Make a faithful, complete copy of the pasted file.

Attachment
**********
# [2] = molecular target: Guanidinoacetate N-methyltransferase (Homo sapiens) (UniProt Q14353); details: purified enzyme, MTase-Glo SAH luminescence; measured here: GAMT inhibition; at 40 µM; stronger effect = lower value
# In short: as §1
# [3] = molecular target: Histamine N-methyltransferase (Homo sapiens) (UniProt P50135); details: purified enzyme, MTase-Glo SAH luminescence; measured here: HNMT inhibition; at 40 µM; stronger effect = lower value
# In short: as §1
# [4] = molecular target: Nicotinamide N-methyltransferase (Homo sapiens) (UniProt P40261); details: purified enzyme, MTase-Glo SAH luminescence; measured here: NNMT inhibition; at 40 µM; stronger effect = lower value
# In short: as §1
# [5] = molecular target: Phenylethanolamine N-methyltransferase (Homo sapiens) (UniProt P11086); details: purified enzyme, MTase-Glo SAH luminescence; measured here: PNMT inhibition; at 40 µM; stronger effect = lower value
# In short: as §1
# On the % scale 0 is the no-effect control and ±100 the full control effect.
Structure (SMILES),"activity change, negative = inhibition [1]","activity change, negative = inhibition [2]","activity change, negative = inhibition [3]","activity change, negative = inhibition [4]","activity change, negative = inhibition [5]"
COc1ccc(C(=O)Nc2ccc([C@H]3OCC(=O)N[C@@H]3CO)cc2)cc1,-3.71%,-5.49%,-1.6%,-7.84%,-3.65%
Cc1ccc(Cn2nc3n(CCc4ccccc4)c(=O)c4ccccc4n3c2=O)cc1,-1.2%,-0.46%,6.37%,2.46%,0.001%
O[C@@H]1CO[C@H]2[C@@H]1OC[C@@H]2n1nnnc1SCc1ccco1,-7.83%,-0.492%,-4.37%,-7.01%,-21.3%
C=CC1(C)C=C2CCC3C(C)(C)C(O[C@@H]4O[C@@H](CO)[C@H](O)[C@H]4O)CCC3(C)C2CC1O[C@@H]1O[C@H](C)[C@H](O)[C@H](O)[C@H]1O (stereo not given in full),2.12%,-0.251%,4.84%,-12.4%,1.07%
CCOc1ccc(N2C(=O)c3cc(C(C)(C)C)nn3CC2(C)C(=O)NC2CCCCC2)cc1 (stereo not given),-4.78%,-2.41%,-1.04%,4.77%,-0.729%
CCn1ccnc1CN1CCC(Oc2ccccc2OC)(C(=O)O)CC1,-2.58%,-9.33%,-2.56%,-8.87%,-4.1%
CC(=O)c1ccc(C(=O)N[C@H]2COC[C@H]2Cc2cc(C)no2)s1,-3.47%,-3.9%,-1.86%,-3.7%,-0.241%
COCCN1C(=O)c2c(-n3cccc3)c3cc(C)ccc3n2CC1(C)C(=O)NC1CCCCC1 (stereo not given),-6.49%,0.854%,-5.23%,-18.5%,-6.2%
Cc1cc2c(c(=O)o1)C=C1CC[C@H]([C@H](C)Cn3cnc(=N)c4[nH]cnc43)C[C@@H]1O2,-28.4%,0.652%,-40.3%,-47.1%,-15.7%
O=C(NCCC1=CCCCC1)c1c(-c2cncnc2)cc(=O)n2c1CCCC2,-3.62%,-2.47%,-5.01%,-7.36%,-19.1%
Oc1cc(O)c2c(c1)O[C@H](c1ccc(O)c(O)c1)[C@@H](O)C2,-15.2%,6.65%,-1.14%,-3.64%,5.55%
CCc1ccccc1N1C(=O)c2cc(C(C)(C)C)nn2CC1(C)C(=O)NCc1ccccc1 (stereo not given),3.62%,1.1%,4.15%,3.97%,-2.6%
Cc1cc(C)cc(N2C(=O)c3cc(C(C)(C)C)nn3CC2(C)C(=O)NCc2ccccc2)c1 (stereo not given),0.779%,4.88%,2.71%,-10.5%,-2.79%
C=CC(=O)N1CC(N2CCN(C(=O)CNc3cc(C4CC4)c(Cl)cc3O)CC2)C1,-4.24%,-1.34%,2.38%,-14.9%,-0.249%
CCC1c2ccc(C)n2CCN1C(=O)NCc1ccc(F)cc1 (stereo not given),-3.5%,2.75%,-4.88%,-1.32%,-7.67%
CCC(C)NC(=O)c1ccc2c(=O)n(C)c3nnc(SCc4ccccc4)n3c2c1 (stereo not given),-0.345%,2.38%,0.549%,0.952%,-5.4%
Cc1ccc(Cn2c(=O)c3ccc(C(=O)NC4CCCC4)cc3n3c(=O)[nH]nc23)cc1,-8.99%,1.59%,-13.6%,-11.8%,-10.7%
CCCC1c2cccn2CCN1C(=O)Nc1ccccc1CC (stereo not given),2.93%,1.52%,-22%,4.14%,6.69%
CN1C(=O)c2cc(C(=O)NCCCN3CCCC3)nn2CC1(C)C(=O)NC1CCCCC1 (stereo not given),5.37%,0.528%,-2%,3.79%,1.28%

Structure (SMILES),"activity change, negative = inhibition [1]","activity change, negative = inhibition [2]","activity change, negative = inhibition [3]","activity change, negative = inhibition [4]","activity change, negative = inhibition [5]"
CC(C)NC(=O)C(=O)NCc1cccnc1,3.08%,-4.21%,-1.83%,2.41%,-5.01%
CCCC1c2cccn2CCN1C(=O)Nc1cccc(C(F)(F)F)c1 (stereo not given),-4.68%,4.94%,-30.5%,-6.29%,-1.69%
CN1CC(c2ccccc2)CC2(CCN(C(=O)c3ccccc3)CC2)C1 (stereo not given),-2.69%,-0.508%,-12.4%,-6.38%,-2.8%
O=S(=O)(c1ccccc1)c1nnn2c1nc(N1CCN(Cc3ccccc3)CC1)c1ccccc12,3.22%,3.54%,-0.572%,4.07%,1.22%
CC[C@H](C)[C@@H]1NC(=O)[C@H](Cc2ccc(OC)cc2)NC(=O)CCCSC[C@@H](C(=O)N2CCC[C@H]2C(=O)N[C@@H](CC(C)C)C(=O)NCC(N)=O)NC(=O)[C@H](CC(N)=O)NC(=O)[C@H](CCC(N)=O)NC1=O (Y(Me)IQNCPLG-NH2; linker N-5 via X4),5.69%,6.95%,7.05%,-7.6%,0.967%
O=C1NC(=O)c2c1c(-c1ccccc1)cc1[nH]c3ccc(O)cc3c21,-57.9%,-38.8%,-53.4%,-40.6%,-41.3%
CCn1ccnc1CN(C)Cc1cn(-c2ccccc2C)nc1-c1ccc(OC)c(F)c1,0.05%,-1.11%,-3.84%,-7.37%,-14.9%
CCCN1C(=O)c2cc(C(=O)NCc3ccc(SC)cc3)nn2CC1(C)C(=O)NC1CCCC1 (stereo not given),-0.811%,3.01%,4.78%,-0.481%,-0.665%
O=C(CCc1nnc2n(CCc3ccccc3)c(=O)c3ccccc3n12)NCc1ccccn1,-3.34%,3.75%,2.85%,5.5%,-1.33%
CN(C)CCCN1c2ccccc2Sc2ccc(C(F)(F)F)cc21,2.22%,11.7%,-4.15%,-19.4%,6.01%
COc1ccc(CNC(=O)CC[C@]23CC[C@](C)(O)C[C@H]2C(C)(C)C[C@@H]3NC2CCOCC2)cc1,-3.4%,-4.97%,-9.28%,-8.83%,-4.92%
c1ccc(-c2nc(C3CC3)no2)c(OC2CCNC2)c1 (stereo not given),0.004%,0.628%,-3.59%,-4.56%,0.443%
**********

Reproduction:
# [2] = molecular target: Guanidinoacetate N-methyltransferase (Homo sapiens) (UniProt Q14353); details: purified enzyme, MTase-Glo SAH luminescence; measured here: GAMT inhibition; at 40 µM; stronger effect = lower value
# In short: as §1
# [3] = molecular target: Histamine N-methyltransferase (Homo sapiens) (UniProt P50135); details: purified enzyme, MTase-Glo SAH luminescence; measured here: HNMT inhibition; at 40 µM; stronger effect = lower value
# In short: as §1
# [4] = molecular target: Nicotinamide N-methyltransferase (Homo sapiens) (UniProt P40261); details: purified enzyme, MTase-Glo SAH luminescence; measured here: NNMT inhibition; at 40 µM; stronger effect = lower value
# In short: as §1
# [5] = molecular target: Phenylethanolamine N-methyltransferase (Homo sapiens) (UniProt P11086); details: purified enzyme, MTase-Glo SAH luminescence; measured here: PNMT inhibition; at 40 µM; stronger effect = lower value
# In short: as §1
# On the % scale 0 is the no-effect control and ±100 the full control effect.
Structure (SMILES),"activity change, negative = inhibition [1]","activity change, negative = inhibition [2]","activity change, negative = inhibition [3]","activity change, negative = inhibition [4]","activity change, negative = inhibition [5]"
COc1ccc(C(=O)Nc2ccc([C@H]3OCC(=O)N[C@@H]3CO)cc2)cc1,-3.71%,-5.49%,-1.6%,-7.84%,-3.65%
Cc1ccc(Cn2nc3n(CCc4ccccc4)c(=O)c4ccccc4n3c2=O)cc1,-1.2%,-0.46%,6.37%,2.46%,0.001%
O[C@@H]1CO[C@H]2[C@@H]1OC[C@@H]2n1nnnc1SCc1ccco1,-7.83%,-0.492%,-4.37%,-7.01%,-21.3%
C=CC1(C)C=C2CCC3C(C)(C)C(O[C@@H]4O[C@@H](CO)[C@H](O)[C@H]4O)CCC3(C)C2CC1O[C@@H]1O[C@H](C)[C@H](O)[C@H](O)[C@H]1O (stereo not given in full),2.12%,-0.251%,4.84%,-12.4%,1.07%
CCOc1ccc(N2C(=O)c3cc(C(C)(C)C)nn3CC2(C)C(=O)NC2CCCCC2)cc1 (stereo not given),-4.78%,-2.41%,-1.04%,4.77%,-0.729%
CCn1ccnc1CN1CCC(Oc2ccccc2OC)(C(=O)O)CC1,-2.58%,-9.33%,-2.56%,-8.87%,-4.1%
CC(=O)c1ccc(C(=O)N[C@H]2COC[C@H]2Cc2cc(C)no2)s1,-3.47%,-3.9%,-1.86%,-3.7%,-0.241%
COCCN1C(=O)c2c(-n3cccc3)c3cc(C)ccc3n2CC1(C)C(=O)NC1CCCCC1 (stereo not given),-6.49%,0.854%,-5.23%,-18.5%,-6.2%
Cc1cc2c(c(=O)o1)C=C1CC[C@H]([C@H](C)Cn3cnc(=N)c4[nH]cnc43)C[C@@H]1O2,-28.4%,0.652%,-40.3%,-47.1%,-15.7%
O=C(NCCC1=CCCCC1)c1c(-c2cncnc2)cc(=O)n2c1CCCC2,-3.62%,-2.47%,-5.01%,-7.36%,-19.1%
Oc1cc(O)c2c(c1)O[C@H](c1ccc(O)c(O)c1)[C@@H](O)C2,-15.2%,6.65%,-1.14%,-3.64%,5.55%
CCc1ccccc1N1C(=O)c2cc(C(C)(C)C)nn2CC1(C)C(=O)NCc1ccccc1 (stereo not given),3.62%,1.1%,4.15%,3.97%,-2.6%
Cc1cc(C)cc(N2C(=O)c3cc(C(C)(C)C)nn3CC2(C)C(=O)NCc2ccccc2)c1 (stereo not given),0.779%,4.88%,2.71%,-10.5%,-2.79%
C=CC(=O)N1CC(N2CCN(C(=O)CNc3cc(C4CC4)c(Cl)cc3O)CC2)C1,-4.24%,-1.34%,2.38%,-14.9%,-0.249%
CCC1c2ccc(C)n2CCN1C(=O)NCc1ccc(F)cc1 (stereo not given),-3.5%,2.75%,-4.88%,-1.32%,-7.67%
CCC(C)NC(=O)c1ccc2c(=O)n(C)c3nnc(SCc4ccccc4)n3c2c1 (stereo not given),-0.345%,2.38%,0.549%,0.952%,-5.4%
Cc1ccc(Cn2c(=O)c3ccc(C(=O)NC4CCCC4)cc3n3c(=O)[nH]nc23)cc1,-8.99%,1.59%,-13.6%,-11.8%,-10.7%
CCCC1c2cccn2CCN1C(=O)Nc1ccccc1CC (stereo not given),2.93%,1.52%,-22%,4.14%,6.69%
CN1C(=O)c2cc(C(=O)NCCCN3CCCC3)nn2CC1(C)C(=O)NC1CCCCC1 (stereo not given),5.37%,0.528%,-2%,3.79%,1.28%

Structure (SMILES),"activity change, negative = inhibition [1]","activity change, negative = inhibition [2]","activity change, negative = inhibition [3]","activity change, negative = inhibition [4]","activity change, negative = inhibition [5]"
CC(C)NC(=O)C(=O)NCc1cccnc1,3.08%,-4.21%,-1.83%,2.41%,-5.01%
CCCC1c2cccn2CCN1C(=O)Nc1cccc(C(F)(F)F)c1 (stereo not given),-4.68%,4.94%,-30.5%,-6.29%,-1.69%
CN1CC(c2ccccc2)CC2(CCN(C(=O)c3ccccc3)CC2)C1 (stereo not given),-2.69%,-0.508%,-12.4%,-6.38%,-2.8%
O=S(=O)(c1ccccc1)c1nnn2c1nc(N1CCN(Cc3ccccc3)CC1)c1ccccc12,3.22%,3.54%,-0.572%,4.07%,1.22%
CC[C@H](C)[C@@H]1NC(=O)[C@H](Cc2ccc(OC)cc2)NC(=O)CCCSC[C@@H](C(=O)N2CCC[C@H]2C(=O)N[C@@H](CC(C)C)C(=O)NCC(N)=O)NC(=O)[C@H](CC(N)=O)NC(=O)[C@H](CCC(N)=O)NC1=O (Y(Me)IQNCPLG-NH2; linker N-5 via X4),5.69%,6.95%,7.05%,-7.6%,0.967%
O=C1NC(=O)c2c1c(-c1ccccc1)cc1[nH]c3ccc(O)cc3c21,-57.9%,-38.8%,-53.4%,-40.6%,-41.3%
CCn1ccnc1CN(C)Cc1cn(-c2ccccc2C)nc1-c1ccc(OC)c(F)c1,0.05%,-1.11%,-3.84%,-7.37%,-14.9%
CCCN1C(=O)c2cc(C(=O)NCc3ccc(SC)cc3)nn2CC1(C)C(=O)NC1CCCC1 (stereo not given),-0.811%,3.01%,4.78%,-0.481%,-0.665%
O=C(CCc1nnc2n(CCc3ccccc3)c(=O)c3ccccc3n12)NCc1ccccn1,-3.34%,3.75%,2.85%,5.5%,-1.33%
CN(C)CCCN1c2ccccc2Sc2ccc(C(F)(F)F)cc21,2.22%,11.7%,-4.15%,-19.4%,6.01%
COc1ccc(CNC(=O)CC[C@]23CC[C@](C)(O)C[C@H]2C(C)(C)C[C@@H]3NC2CCOCC2)cc1,-3.4%,-4.97%,-9.28%,-8.83%,-4.92%
c1ccc(-c2nc(C3CC3)no2)c(OC2CCNC2)c1 (stereo not given),0.004%,0.628%,-3.59%,-4.56%,0.443%